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Michael B. Streiff

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Michael B. Streiff

Venous thromboembolism (VTE) is a common complication in cancer patients that results in significant morbidity and mortality. Long-term treatment options for cancer patients who experience VTE include vitamin K antagonists (VKAs), low molecular weight heparins (LMWHs), and inferior vena caval (IVC) filters. Cancer patients have a two- to fourfold higher risk for experiencing recurrent VTE and major bleeding during chronic VKA therapy than patients without malignancies. Recent randomized clinical trials have shown that LMWHs rather than oral VKAs are preferred for initial chronic treatment of VTE in patients with advanced cancer. One factor potentially limiting the broader use of LMWH for chronic therapy in the United States is its higher acquisition cost. Efficacy, cost, drug availability, patient comorbidities, and concomitant medications all need to be considered when selecting chronic VTE therapy. Cancer patients with VTE should be treated for as long as their disease is active to minimize the incidence of recurrence. Use of IVC filters should generally be reserved for patients at high risk for recurrent VTE who have contraindications to anticoagulation. Several new anticoagulants are being investigated that promise greater therapeutic choices and potentially better outcomes for cancer patients with VTE.

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Jordan K. Schaefer, Amro Elshoury, Victoria R. Nachar, Michael B. Streiff, and Ming Y. Lim

Venous thromboembolic disease can be a fatal complication of cancer. Despite advances in prevention, thousands of patients require treatment of cancer-associated thrombosis (CAT) each year. Guidelines have advocated low-molecular-weight heparin (LMWH) as the preferred anticoagulant for CAT for years, based on clinical trial data showing LMWH to be associated with a lower risk of recurrent thrombosis when compared with vitamin K antagonists. However, the potentially painful, subcutaneously administered LMWH injections can be expensive, and clinical practice has not been consistent with guideline recommendations. Recently, studies have compared LMWH to the direct oral anticoagulants (DOACs) for the management of CAT. Based on promising trial results outlined in this review, DOACs are now preferred anticoagulants for CAT occurring in patients without gastric or gastroesophageal lesions. For patients with gastrointestinal cancers, who may be at higher risk of hemorrhage with the DOACs, LMWH remains the anticoagulant of choice. Applying the latest data from this rapidly evolving field to care for diverse patient groups can be challenging. This article provides an evidence-based review of outpatient anticoagulant selection for lower-extremity deep vein thrombosis or pulmonary embolism in the setting of cancer, and takes into account special populations with cancer.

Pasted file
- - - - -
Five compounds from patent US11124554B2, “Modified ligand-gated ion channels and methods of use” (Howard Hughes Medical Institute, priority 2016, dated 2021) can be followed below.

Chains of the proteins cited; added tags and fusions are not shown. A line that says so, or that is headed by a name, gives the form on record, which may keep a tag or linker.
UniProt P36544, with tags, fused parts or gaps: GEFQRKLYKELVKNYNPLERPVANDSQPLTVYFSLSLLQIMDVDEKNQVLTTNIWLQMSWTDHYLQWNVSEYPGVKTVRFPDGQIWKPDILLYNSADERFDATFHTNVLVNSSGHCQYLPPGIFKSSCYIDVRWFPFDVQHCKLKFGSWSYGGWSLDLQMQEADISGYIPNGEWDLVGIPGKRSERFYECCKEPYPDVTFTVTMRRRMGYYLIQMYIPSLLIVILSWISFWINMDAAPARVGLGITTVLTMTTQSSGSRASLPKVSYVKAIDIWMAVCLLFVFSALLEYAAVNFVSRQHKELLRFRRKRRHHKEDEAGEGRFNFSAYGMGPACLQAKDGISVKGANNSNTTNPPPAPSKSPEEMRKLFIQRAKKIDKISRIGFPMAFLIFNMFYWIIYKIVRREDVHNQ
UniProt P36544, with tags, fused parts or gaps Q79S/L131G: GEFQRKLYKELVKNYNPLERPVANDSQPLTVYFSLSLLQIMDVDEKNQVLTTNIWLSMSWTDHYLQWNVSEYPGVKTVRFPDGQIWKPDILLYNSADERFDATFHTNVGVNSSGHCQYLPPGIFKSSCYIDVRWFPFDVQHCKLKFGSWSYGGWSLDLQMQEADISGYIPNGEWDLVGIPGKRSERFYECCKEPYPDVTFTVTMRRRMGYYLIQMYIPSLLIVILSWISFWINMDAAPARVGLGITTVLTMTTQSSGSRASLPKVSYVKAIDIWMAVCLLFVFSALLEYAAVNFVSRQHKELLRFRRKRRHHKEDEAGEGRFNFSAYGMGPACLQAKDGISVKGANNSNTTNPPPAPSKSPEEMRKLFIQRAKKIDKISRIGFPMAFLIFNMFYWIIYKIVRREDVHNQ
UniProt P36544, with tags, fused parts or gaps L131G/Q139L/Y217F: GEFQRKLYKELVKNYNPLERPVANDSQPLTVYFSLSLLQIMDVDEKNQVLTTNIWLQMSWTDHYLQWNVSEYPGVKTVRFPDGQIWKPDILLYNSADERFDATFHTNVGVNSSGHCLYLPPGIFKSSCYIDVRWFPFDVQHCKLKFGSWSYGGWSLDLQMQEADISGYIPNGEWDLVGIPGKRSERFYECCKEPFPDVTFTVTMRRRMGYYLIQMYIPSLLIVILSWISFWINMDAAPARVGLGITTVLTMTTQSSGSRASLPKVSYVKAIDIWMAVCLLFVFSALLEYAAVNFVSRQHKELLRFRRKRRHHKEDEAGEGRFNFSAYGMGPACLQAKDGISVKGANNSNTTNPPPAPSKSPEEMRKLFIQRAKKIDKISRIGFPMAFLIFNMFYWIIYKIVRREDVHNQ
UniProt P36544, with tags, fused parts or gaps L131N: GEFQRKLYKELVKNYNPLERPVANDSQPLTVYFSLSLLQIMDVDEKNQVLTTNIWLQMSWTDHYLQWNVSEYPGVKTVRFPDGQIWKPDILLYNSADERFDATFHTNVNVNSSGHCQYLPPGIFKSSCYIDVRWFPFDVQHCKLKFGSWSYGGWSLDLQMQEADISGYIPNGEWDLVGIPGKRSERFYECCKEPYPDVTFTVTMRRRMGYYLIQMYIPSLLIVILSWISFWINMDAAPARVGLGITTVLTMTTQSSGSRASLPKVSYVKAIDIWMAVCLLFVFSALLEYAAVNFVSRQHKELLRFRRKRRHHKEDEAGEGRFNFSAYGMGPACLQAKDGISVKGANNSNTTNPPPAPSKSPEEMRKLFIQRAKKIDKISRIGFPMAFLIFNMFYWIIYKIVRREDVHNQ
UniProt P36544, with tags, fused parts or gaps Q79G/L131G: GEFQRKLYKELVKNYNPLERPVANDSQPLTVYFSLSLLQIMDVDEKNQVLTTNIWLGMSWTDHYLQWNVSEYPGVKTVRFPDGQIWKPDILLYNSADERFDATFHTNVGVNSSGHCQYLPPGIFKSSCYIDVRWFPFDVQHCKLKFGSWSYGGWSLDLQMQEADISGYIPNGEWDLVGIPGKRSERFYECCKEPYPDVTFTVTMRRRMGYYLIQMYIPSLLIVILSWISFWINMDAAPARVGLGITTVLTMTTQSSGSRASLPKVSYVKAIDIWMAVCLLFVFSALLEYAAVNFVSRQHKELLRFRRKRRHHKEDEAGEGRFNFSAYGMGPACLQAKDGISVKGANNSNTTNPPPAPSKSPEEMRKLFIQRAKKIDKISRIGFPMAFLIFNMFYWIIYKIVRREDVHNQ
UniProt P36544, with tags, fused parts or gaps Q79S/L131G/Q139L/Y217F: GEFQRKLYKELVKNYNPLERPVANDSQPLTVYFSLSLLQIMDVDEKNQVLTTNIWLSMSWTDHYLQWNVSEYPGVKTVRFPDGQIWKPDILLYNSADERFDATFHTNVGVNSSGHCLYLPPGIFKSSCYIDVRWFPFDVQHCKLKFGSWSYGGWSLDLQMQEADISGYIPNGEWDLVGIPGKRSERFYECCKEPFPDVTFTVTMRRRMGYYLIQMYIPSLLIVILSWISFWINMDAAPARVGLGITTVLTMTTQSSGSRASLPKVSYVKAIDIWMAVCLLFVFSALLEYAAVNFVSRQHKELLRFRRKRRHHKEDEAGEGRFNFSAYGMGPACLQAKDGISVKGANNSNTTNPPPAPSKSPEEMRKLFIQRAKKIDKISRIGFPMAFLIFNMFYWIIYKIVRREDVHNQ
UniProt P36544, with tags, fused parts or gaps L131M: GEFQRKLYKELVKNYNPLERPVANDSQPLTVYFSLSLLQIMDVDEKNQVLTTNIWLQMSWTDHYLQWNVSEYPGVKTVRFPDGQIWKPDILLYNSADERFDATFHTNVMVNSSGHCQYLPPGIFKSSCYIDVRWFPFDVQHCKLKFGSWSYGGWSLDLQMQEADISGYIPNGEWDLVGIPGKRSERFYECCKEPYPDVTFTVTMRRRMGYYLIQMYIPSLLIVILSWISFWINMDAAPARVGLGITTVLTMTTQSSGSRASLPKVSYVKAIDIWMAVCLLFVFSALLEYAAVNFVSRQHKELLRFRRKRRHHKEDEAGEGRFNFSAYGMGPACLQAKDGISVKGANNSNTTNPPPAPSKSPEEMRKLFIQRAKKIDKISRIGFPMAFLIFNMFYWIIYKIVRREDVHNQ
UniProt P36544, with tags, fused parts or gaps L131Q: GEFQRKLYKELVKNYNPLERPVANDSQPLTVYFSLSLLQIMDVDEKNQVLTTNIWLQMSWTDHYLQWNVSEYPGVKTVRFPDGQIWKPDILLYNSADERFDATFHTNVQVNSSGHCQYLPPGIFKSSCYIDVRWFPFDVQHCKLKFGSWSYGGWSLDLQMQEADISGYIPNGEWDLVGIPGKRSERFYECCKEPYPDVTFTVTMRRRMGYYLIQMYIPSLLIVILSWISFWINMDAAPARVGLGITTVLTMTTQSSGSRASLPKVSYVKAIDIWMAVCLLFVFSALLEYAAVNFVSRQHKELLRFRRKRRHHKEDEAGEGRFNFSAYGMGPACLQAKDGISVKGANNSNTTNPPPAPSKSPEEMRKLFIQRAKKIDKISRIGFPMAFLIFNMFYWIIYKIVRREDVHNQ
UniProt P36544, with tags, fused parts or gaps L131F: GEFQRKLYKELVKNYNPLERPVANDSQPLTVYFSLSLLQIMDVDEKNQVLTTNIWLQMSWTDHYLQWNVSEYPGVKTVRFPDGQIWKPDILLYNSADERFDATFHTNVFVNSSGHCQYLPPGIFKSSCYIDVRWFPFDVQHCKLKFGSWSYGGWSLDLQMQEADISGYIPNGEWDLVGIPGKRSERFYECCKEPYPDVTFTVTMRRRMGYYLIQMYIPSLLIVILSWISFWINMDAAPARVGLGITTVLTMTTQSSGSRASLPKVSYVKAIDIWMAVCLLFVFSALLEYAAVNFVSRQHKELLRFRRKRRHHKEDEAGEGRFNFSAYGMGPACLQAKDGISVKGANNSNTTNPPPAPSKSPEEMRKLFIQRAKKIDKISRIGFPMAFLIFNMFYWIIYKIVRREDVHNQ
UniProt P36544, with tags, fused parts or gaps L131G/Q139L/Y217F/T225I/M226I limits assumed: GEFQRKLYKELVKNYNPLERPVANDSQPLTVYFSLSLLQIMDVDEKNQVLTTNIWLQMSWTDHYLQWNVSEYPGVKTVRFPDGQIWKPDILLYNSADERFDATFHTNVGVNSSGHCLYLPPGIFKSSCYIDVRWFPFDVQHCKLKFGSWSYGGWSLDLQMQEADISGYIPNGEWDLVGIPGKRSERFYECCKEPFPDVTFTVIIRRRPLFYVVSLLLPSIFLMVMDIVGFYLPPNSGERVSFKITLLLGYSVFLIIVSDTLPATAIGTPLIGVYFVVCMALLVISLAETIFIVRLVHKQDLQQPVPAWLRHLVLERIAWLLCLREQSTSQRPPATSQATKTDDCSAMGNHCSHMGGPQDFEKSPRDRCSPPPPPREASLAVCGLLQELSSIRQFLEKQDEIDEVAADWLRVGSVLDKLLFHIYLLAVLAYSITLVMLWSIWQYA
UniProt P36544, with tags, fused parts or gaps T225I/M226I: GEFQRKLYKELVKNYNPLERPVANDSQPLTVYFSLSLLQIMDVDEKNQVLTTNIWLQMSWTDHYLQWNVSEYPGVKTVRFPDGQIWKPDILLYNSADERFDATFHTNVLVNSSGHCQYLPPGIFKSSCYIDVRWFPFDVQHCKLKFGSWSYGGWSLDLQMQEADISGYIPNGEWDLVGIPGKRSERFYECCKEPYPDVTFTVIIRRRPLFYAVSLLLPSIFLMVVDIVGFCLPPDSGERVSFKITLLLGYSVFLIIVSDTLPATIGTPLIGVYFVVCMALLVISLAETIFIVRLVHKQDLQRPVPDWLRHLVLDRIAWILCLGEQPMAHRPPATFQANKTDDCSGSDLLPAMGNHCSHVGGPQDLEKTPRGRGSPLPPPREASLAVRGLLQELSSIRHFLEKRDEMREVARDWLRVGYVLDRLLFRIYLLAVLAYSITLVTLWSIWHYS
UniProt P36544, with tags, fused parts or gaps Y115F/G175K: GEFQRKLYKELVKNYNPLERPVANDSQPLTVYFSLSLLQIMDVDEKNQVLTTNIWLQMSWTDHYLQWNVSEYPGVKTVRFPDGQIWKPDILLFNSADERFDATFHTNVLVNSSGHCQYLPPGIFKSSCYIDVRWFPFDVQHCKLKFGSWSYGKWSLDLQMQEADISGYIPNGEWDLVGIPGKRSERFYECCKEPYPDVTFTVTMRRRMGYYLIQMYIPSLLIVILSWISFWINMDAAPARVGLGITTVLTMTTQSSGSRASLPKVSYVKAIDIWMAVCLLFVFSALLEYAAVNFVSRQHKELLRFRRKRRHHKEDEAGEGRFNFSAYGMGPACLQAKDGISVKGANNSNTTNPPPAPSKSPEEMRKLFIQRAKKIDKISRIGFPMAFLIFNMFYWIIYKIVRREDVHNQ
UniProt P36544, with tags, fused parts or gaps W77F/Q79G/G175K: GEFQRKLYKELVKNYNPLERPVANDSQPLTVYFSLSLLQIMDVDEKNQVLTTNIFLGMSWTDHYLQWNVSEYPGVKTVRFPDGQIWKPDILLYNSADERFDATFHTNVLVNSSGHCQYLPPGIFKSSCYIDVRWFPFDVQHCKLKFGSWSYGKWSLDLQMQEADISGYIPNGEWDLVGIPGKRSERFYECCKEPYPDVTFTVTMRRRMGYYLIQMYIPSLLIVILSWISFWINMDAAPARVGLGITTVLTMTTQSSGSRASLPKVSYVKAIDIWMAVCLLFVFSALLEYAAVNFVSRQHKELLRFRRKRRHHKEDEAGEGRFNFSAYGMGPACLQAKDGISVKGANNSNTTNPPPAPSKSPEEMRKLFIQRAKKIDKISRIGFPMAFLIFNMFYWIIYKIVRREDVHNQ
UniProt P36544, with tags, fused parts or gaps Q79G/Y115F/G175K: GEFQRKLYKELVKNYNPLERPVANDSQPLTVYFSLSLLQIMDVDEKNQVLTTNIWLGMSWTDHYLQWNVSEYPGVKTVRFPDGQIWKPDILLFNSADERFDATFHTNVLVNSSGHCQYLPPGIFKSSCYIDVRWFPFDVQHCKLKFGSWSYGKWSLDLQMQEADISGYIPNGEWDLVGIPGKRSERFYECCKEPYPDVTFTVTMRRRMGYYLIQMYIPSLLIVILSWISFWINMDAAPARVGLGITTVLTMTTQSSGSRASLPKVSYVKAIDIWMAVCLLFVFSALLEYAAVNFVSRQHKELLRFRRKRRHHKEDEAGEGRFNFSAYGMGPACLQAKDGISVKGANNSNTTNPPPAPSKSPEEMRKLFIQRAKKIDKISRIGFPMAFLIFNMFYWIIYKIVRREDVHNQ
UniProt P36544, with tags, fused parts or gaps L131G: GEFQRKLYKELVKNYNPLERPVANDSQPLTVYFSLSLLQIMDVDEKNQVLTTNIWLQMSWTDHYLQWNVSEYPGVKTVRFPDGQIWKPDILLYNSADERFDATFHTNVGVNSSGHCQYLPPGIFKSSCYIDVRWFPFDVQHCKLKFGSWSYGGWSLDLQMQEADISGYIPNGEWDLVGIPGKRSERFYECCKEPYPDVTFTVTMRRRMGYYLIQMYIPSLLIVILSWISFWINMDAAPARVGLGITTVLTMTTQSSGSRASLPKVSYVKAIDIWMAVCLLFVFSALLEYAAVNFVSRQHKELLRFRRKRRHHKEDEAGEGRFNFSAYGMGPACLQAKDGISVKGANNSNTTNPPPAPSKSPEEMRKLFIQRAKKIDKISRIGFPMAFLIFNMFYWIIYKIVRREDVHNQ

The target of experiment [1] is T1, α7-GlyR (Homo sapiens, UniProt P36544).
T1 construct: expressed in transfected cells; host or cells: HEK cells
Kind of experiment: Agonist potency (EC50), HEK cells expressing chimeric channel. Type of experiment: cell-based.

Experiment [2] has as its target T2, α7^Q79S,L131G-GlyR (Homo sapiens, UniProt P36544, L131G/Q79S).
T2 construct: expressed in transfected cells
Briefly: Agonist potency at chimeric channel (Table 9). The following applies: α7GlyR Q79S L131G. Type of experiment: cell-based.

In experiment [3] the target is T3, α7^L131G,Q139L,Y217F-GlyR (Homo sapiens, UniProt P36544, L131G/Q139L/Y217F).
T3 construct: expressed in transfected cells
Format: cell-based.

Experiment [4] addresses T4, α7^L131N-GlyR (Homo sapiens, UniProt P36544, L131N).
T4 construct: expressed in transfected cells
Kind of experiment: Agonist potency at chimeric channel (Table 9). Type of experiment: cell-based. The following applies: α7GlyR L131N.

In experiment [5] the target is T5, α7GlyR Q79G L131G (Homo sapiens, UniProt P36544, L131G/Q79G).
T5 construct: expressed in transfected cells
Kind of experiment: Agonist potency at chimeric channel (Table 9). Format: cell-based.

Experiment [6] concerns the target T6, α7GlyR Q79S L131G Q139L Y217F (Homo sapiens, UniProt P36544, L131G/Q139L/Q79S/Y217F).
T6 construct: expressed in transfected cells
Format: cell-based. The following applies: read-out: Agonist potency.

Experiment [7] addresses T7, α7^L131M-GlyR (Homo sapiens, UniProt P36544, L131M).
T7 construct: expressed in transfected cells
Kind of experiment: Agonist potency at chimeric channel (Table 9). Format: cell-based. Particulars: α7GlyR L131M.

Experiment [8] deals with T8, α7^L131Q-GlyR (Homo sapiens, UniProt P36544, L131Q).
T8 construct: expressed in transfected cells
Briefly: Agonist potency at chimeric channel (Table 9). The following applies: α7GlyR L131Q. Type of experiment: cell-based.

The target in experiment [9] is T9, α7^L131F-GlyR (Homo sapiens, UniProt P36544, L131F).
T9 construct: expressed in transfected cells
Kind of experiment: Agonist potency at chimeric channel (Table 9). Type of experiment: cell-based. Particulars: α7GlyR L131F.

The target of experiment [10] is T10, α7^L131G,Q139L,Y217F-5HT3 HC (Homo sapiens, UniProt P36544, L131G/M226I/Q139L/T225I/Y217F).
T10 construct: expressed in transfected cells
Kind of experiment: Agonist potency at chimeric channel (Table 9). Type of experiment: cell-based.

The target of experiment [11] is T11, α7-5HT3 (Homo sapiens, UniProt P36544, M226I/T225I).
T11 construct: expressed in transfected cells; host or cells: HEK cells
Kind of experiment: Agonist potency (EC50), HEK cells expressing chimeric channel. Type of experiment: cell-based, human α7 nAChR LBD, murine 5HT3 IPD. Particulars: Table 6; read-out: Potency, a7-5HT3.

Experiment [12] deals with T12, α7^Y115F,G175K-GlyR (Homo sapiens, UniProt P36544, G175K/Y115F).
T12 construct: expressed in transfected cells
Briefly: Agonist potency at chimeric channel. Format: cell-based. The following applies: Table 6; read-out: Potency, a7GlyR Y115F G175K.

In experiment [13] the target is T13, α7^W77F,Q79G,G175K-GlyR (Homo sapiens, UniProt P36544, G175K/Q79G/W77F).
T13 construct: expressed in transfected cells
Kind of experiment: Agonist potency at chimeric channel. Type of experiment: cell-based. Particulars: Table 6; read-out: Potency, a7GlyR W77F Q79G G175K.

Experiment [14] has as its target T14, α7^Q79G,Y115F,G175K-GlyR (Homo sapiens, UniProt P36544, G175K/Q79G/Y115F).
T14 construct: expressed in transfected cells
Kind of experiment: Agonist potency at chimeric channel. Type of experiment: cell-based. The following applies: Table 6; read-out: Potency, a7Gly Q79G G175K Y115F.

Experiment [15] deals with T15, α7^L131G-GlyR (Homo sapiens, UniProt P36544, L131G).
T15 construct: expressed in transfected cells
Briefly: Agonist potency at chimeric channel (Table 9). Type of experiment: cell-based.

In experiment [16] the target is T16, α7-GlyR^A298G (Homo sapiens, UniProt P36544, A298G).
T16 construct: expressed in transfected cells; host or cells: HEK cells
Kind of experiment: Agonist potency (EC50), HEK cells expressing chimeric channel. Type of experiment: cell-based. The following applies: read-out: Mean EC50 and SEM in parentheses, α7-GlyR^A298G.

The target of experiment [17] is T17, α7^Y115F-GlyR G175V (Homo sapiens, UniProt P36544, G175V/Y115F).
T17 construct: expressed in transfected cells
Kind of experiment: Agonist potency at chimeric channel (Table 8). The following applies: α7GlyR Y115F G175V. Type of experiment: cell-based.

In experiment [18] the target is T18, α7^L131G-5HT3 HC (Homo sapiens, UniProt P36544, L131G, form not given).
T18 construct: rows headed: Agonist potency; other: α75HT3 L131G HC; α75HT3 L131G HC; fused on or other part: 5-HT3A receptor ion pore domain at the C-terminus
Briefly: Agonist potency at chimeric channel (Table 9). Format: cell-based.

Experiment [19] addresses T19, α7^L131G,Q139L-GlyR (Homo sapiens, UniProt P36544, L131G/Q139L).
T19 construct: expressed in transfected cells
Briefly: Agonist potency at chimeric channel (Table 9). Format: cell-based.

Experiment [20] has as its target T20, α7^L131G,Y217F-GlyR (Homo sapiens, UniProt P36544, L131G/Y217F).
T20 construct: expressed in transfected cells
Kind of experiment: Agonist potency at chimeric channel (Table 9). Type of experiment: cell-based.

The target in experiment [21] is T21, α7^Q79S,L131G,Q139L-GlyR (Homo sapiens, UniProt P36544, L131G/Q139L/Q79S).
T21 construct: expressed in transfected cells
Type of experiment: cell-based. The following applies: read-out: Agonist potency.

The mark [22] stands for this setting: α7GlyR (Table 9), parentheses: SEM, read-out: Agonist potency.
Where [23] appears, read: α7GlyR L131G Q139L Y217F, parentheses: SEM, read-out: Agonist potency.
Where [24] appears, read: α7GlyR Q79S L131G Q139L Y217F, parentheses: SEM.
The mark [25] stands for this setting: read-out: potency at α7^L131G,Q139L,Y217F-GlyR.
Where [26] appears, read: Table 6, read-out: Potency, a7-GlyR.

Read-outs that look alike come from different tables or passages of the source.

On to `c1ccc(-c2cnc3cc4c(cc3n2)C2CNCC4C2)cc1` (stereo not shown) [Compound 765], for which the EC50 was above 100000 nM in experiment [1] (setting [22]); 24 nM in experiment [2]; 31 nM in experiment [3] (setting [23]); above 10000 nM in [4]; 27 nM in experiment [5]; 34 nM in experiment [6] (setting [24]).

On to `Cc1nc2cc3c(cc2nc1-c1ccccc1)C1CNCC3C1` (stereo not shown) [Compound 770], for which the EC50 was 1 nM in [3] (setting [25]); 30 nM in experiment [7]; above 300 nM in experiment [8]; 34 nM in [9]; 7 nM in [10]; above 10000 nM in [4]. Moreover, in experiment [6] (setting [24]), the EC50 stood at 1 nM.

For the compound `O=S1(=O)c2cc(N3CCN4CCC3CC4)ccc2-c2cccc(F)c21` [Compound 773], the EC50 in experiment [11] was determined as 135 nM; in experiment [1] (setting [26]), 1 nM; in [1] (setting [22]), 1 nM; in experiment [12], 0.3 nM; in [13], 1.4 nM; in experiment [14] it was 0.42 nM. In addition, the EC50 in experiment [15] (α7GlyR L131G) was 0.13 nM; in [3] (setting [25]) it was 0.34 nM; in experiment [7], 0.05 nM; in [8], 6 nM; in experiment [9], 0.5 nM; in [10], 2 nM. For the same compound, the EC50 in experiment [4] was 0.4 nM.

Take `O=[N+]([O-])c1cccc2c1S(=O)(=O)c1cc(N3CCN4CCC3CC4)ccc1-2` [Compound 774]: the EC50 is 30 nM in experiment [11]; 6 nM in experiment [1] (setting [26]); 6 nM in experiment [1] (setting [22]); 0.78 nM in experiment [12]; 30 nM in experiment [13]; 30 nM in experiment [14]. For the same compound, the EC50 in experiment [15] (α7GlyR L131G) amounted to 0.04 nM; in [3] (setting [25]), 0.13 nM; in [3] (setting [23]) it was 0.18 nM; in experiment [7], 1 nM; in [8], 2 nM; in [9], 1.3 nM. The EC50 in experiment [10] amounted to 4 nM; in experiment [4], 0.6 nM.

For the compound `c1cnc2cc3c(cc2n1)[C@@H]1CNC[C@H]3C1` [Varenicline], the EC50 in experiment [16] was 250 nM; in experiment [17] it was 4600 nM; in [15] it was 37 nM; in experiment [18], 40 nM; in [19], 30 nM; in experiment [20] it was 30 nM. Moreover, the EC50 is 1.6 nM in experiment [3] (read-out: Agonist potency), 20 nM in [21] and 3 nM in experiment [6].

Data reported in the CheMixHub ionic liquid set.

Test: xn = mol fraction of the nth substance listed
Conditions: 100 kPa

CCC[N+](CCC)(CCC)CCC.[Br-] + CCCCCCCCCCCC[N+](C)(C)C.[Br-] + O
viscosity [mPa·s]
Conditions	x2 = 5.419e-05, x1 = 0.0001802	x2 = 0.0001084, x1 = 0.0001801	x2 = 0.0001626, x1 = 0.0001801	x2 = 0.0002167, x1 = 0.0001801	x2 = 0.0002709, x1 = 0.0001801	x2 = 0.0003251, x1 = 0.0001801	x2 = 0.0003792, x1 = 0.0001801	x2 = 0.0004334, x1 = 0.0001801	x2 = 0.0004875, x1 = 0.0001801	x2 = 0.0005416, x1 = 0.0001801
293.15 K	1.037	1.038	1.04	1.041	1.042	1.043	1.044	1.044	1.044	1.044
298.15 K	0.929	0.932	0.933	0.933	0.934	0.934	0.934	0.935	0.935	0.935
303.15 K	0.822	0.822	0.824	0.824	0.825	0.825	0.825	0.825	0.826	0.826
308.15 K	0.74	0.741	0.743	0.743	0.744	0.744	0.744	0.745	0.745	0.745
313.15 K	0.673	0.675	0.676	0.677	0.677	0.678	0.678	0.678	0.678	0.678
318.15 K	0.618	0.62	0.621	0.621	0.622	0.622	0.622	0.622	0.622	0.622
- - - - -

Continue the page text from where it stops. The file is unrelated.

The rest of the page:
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Amro Elshoury, Jordan K. Schaefer, Ming Y. Lim, Deidre P. Skalla, and Michael B. Streiff

Patients with cancer are at high risk of developing arterial and venous thromboembolism (VTE). They constitute 15% to 20% of the patients diagnosed with VTE. Depending on the type of tumor, cancer therapy, and presence of other risk factors, 1% to 25% of patients with cancer will develop thrombosis. The decision to start patients with cancer on primary thromboprophylaxis depends on patient preference, balancing risk of bleeding versus risk of thrombosis, cost, and adequate organ function. Currently, guidelines recommend against the use of routine primary thromboprophylaxis in unselected ambulatory patients with cancer. Validated risk assessment models can accurately identify patients at highest risk for cancer-associated thrombosis (CAT). This review summarizes the recently updated NCCN Guidelines for CAT primary prophylaxis, with a primarily focus on VTE prevention. Two main clinical questions that providers commonly encounter will also be addressed: which patients with cancer should receive primary thromboprophylaxis (both surgical and medical oncology patients) and how to safely choose between different anticoagulation agents.

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Elizabeth M. Kander, Alison R. Moliterno, Alfred Rademaker, Michael B. Streiff, Jerry L. Spivak, and Brady L. Stein

Polycythemia vera (PV) is an acquired clonal hematopoietic stem cell disorder characterized by an overproduction of red blood cells, white blood cells, and platelets; thrombotic and hemorrhagic complications; and an increased risk of transformation to myelofibrosis and acute leukemia. In 1967, the Polycythemia Vera Study Group proposed the optimal approach to diagnosis and treatment of PV, and in 2002, investigators from Johns Hopkins University School of Medicine surveyed the practice patterns of hematologists as they pertained to PV. Since this survey, the JAK2 V617F mutation was discovered, leading to a new era of discovery in the disease pathogenesis, diagnosis, and classification and treatment of PV. Our objective was to survey hematologists in the diagnosis and treatment of PV in the modern, post-JAK2 V617F discovery era. An anonymous 17-question survey was emailed to members of the Myeloproliferative Neoplasm (MPN) Research Foundation database and Aplastic Anemia and MDS International Foundation. A total of 71 surveys were used in the analysis. Diagnostic testing varied according to the respondent's clinical experience and practice type. In addition, there were marked differences in target hematocrit and platelet count among those surveyed. There continue to be variations in diagnosis and treatment of PV despite WHO guidelines and the JAK2 discovery. US-based guidelines for MPNs are needed to create consistency in the management of PV and other MPNs.